Started as a means for which a local pizza restaurant could offer deals to customers, Groupon quickly outgrew its Chicago roots. Founded by Andrew Mason, a Pittsburgh boy who has since been moved on from his position as CEO, the company was at one time predicted to be the quickest business ever to reach $1 billion in sales – something which quickly proved to be premature. However, their group sales and discounts have been popular across the global, with their deal of the day becoming a fixture of many people’s email inbox.
Group Coupon: The concept
The name comes from a portmanteau of the words Group and Coupon, which offer as a simple glimpse at the business model of the company. Offering heavy discounts for services through their localised websites, each discount requires that a certain number of people take up the offer – if they don’t, then the deal isn’t valid.
Groupon make money through keeping a percentage of the money from such a deal – generally believed to be around half. So, for every £10 spent on Groupon, the vendor offering the service gets £5, and Groupon themselves keep £5. Companies are still willing to ensure such heavy hits on their usual margins due to the amount of publicity that Groupon can provide – with only one deal offered a day through their website, it gives a relatively cheap opportunity for small businesses to bring in new custom.
Naturally, the success of Groupon has lead to a raft of competitors offering similar deal of the day services. Though many are localised – such as KGBDeals, Jasmere and Eversave, the one many point of competition has been through LivingSocial.
Both Google and Facebook have worked towards launching their own discount deal websites. Though Facebook quickly brought the experiment to a close, Google Offers has been online since 2011 and utilises Google Maps data and Google Wallet for transactions. However, despite their resources at their disposal, Google have been unable to become a major player in the market – and their move into social buying was apparently fuelled by the rejection of their $6 billion offer to buy Groupon towards the back end of 2010.
LivingSocial, on the other hand, has thrived to the point where other big players in the online retail sphere are trying to get in on their discounting action – Amazon reportedly invested $175 million in LivingSocial a number of years ago, and it seems that these two will be the biggest names in Deal of the Day websites for the foreseeable future.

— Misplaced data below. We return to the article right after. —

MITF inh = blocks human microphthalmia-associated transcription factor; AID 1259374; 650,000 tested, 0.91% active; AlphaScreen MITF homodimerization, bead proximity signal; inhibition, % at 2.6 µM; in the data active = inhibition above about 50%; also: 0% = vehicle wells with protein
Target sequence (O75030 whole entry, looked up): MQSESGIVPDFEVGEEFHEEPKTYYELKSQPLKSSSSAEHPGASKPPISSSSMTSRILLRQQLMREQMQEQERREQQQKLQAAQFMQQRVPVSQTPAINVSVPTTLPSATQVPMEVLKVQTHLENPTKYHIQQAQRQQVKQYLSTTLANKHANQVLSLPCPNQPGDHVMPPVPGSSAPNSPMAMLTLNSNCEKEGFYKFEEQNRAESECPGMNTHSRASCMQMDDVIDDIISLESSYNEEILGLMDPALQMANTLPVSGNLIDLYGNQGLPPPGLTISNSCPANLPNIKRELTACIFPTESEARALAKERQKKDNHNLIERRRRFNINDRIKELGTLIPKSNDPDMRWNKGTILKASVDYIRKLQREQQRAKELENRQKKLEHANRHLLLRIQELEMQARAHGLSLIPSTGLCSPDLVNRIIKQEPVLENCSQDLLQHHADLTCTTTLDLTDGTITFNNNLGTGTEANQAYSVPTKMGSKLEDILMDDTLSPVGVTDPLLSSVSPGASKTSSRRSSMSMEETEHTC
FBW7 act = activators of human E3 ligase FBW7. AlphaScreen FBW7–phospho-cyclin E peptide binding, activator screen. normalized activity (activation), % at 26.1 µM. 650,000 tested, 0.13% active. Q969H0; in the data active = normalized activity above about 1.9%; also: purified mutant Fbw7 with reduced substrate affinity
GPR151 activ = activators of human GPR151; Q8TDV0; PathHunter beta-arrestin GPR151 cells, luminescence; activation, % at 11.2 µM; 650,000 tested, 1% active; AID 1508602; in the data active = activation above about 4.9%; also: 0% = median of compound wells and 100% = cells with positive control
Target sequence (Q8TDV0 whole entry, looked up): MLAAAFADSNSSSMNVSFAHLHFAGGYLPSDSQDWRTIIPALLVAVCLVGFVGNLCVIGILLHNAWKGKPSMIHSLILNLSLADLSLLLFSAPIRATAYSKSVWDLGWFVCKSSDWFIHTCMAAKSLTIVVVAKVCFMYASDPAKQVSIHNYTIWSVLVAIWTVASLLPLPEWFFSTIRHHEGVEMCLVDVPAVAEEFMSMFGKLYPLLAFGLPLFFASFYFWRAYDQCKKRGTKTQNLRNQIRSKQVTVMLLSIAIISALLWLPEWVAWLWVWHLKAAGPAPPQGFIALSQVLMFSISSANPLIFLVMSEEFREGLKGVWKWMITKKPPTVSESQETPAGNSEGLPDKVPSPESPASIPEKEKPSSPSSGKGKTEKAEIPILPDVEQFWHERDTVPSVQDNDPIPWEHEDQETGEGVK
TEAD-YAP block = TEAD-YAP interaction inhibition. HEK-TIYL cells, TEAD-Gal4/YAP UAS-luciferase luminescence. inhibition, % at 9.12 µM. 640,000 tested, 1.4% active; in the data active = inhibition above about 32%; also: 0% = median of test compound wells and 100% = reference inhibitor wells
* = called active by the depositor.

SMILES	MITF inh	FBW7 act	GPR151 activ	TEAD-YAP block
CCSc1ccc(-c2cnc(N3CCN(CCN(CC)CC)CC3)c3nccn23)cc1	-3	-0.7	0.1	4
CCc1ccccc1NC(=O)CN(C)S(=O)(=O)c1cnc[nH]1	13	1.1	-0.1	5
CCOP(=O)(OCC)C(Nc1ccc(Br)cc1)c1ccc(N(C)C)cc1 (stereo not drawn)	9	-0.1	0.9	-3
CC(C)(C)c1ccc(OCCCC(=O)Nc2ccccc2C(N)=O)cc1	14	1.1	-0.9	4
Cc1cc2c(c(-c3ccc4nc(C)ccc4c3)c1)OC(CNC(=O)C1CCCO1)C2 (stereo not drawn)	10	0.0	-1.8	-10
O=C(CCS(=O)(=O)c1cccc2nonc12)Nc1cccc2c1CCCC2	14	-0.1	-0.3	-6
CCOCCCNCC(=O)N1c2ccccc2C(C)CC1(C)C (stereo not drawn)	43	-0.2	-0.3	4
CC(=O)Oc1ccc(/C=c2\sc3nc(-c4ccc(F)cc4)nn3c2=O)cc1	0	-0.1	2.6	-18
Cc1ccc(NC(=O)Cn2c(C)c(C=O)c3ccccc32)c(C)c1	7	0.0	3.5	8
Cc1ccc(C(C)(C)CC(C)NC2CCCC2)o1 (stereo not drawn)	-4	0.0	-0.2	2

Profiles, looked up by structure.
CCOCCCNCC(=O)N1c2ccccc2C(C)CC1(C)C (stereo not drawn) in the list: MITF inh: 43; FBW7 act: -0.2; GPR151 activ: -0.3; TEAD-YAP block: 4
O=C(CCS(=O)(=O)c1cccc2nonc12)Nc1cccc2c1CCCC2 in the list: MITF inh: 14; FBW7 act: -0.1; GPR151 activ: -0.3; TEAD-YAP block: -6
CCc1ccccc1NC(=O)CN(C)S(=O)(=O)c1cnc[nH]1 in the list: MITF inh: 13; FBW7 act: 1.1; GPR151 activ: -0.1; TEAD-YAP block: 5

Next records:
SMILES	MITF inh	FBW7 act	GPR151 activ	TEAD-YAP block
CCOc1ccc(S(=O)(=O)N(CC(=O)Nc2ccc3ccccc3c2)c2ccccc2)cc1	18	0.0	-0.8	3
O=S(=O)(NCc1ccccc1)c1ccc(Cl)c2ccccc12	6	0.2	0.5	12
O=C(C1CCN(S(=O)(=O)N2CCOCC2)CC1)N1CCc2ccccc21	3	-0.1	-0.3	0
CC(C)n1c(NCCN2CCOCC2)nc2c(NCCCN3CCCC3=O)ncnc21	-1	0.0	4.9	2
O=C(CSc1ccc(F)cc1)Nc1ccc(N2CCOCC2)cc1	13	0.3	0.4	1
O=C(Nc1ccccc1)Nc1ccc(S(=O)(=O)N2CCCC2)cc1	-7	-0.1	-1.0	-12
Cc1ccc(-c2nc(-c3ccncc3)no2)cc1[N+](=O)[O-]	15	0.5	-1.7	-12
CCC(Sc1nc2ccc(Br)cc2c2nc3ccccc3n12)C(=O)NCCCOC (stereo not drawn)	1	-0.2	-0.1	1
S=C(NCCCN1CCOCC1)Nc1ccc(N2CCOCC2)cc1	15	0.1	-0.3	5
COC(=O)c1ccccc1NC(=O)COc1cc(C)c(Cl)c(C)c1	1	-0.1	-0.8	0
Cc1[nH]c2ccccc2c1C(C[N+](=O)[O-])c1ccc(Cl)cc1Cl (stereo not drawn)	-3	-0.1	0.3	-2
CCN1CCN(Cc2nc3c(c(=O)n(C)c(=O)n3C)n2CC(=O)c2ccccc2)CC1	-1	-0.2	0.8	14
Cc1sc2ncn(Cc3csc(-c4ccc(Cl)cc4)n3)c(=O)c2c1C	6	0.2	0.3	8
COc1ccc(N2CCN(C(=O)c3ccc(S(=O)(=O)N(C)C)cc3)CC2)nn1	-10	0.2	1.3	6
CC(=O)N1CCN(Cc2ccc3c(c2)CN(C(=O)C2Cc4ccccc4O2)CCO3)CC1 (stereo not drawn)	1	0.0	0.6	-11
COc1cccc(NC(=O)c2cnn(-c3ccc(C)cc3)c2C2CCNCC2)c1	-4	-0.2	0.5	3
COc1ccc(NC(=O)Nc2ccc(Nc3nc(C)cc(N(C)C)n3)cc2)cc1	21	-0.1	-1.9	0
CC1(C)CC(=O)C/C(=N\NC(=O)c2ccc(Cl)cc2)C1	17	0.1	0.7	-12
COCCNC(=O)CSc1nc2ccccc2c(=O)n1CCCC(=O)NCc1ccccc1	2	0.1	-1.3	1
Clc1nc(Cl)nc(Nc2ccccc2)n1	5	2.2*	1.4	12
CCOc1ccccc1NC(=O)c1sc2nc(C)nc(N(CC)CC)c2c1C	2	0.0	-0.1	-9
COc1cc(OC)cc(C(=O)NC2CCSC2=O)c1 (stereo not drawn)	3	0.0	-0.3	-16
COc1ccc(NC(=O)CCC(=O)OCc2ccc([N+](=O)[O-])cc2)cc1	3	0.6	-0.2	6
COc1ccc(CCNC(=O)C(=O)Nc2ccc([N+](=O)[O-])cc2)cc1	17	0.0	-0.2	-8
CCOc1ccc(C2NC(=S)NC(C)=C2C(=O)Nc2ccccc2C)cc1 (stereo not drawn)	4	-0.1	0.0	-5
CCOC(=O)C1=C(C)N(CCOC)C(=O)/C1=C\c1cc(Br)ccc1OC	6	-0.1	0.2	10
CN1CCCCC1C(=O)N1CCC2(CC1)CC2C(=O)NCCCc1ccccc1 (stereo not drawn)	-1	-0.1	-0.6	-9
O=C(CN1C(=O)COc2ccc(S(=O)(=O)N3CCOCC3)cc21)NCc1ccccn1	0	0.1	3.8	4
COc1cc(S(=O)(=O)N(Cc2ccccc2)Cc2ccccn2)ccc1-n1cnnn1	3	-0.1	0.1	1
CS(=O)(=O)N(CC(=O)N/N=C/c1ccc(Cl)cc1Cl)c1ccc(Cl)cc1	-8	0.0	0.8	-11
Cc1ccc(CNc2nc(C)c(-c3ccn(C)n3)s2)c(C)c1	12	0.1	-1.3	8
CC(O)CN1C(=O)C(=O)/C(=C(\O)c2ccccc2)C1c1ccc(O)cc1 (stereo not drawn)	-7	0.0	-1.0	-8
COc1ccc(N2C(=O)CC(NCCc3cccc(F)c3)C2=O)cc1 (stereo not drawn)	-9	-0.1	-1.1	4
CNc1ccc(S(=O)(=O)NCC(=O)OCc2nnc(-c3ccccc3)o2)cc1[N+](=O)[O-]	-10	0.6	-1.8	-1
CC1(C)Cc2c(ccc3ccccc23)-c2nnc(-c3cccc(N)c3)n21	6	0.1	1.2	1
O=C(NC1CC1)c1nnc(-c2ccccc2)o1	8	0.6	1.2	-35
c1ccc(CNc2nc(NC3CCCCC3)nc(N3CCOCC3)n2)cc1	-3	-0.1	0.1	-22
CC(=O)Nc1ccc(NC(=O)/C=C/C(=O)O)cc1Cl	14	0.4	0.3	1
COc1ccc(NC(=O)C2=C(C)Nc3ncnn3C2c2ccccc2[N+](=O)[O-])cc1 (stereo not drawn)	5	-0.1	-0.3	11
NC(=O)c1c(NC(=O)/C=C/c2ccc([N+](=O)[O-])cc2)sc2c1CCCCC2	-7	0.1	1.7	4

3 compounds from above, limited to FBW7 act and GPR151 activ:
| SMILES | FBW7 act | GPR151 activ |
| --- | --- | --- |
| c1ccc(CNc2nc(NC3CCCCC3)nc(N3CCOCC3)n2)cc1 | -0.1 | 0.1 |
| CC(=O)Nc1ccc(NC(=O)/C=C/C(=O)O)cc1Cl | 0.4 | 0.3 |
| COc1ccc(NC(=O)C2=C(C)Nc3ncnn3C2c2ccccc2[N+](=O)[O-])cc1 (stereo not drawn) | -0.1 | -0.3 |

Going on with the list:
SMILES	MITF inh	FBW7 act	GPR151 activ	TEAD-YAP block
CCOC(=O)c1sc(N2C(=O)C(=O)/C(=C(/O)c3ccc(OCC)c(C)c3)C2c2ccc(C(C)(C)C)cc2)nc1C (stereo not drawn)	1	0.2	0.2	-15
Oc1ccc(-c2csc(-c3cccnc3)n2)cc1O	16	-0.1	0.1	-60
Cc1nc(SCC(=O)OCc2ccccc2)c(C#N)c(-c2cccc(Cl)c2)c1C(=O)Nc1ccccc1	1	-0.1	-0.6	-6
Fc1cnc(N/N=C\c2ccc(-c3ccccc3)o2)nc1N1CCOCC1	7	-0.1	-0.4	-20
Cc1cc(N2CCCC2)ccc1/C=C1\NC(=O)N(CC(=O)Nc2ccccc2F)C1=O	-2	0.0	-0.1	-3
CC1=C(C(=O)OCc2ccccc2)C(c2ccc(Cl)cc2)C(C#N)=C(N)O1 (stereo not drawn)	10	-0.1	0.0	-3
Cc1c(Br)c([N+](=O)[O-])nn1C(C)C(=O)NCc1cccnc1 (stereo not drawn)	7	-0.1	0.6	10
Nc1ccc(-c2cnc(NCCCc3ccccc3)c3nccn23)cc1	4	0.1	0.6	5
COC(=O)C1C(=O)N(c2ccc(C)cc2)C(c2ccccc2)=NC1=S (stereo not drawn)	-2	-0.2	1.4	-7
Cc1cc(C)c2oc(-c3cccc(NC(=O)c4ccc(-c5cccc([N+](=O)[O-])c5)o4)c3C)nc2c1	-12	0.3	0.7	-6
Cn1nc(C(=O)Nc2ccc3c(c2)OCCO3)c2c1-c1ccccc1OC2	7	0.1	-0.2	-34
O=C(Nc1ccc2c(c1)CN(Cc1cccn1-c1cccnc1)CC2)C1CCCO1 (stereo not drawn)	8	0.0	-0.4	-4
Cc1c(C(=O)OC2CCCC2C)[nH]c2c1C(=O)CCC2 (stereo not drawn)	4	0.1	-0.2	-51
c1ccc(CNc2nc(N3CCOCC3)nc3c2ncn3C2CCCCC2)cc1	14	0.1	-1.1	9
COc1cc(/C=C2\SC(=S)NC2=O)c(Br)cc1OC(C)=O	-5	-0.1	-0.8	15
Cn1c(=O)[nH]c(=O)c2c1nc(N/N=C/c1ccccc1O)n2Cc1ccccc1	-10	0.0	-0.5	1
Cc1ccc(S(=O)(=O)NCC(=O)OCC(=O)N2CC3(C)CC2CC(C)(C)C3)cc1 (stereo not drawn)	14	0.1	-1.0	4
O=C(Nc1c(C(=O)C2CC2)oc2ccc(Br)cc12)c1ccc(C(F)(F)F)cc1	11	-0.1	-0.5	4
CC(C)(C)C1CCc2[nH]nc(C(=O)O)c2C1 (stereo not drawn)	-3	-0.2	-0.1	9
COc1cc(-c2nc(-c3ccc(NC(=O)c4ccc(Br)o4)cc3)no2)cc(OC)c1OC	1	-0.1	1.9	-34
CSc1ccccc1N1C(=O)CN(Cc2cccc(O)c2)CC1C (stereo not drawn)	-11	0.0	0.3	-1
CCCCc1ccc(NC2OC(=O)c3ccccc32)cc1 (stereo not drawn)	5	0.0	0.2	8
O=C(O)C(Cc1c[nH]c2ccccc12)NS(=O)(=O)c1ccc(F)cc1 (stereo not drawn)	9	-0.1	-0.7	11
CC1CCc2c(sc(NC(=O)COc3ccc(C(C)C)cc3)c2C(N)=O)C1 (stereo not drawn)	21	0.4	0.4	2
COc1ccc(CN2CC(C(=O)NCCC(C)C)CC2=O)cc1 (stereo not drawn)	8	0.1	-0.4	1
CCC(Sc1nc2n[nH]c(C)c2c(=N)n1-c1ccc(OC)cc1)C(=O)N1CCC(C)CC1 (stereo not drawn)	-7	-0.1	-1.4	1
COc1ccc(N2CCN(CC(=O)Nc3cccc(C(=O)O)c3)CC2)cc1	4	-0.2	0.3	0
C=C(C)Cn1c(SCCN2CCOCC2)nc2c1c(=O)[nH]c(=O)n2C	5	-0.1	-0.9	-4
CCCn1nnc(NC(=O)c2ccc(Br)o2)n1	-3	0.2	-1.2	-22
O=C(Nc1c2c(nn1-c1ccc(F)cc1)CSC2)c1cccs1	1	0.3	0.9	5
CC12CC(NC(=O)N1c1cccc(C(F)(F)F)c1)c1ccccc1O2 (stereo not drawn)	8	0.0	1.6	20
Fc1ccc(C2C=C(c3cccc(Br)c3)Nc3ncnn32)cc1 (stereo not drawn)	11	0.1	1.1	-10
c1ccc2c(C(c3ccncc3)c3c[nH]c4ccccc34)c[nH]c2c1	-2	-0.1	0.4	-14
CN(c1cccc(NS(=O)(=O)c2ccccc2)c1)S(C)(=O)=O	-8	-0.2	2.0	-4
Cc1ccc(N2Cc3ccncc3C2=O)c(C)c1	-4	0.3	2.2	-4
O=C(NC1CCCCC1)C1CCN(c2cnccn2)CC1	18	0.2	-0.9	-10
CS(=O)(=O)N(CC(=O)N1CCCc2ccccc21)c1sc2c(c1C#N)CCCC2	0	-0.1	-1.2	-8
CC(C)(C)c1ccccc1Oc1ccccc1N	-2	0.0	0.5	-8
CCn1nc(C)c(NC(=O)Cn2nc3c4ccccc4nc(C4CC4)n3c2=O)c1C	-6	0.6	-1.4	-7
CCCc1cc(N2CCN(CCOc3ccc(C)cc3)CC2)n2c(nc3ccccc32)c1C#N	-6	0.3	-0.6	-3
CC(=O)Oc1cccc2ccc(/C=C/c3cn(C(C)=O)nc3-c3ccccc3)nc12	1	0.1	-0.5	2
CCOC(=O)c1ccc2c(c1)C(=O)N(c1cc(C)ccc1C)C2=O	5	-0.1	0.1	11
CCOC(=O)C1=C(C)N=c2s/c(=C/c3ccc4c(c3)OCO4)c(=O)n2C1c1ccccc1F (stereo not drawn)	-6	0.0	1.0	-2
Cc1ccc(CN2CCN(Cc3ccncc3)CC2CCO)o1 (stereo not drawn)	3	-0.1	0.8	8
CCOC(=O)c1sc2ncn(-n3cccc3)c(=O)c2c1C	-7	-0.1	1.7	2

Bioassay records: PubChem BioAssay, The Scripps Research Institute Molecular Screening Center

Ponzi scheme accusations
The filing of their initial public offering (IPO) led to complaints that the company operates in the same way as a Ponzi scheme – it was apparently losing $100 million per quarter, and was using the money of new investors to pay off the debts of the company. This, teamed with decisions to pay out large sums to early investors meant that many were upset with Groupon, with it being likened by some analysts to a scam.
However, this did not affect investor confidence, with Groupon reaching a record high net worth of $13 billion, with stockholders believing that the company’s ability to deliver local, cut price and unique deals being an sound business model. However, this valuation has dipped to around the $6 billion mark, as public interest in the company has waned slightly – often linked to complaints that the deals offered on the website aren’t quite as much as a discount as first advertised.
Other Groupon Ventures
As well as their main business of selling coupons to customers at a low price, Groupon have branched out in various different ways in order to try and maximise business in various ways.
Groupon VIP offers those who pay a $30 membership the chance to see Groupon deals early, and buy expired Groupon deals through a ‘Deal Vault’
Groupon Now app
Groupon Now offers users the chance to press one of two buttons – either “I’m Hungry” or “I’m Bored” – depending on the choice, the app will give an offer relating to either food and drink or entertainment in the local area, using the geographical data sent by your phone or tablet.
Groupon’s own official holiday, it is used to push extra-special deals and gifts. It is especially popular with Groupon VIP members.
Live off Groupon
A promotion in which one customer was encouraged to live only on Groupon deals for an entire year. Travelling throughout the UK and US, he was given a $100,000 cheque when he completed his year.
A CBS comedy originally slated to be based around GroupOn, Friend Me filmed a pilot, but was canned after the suicide of the creator of the project.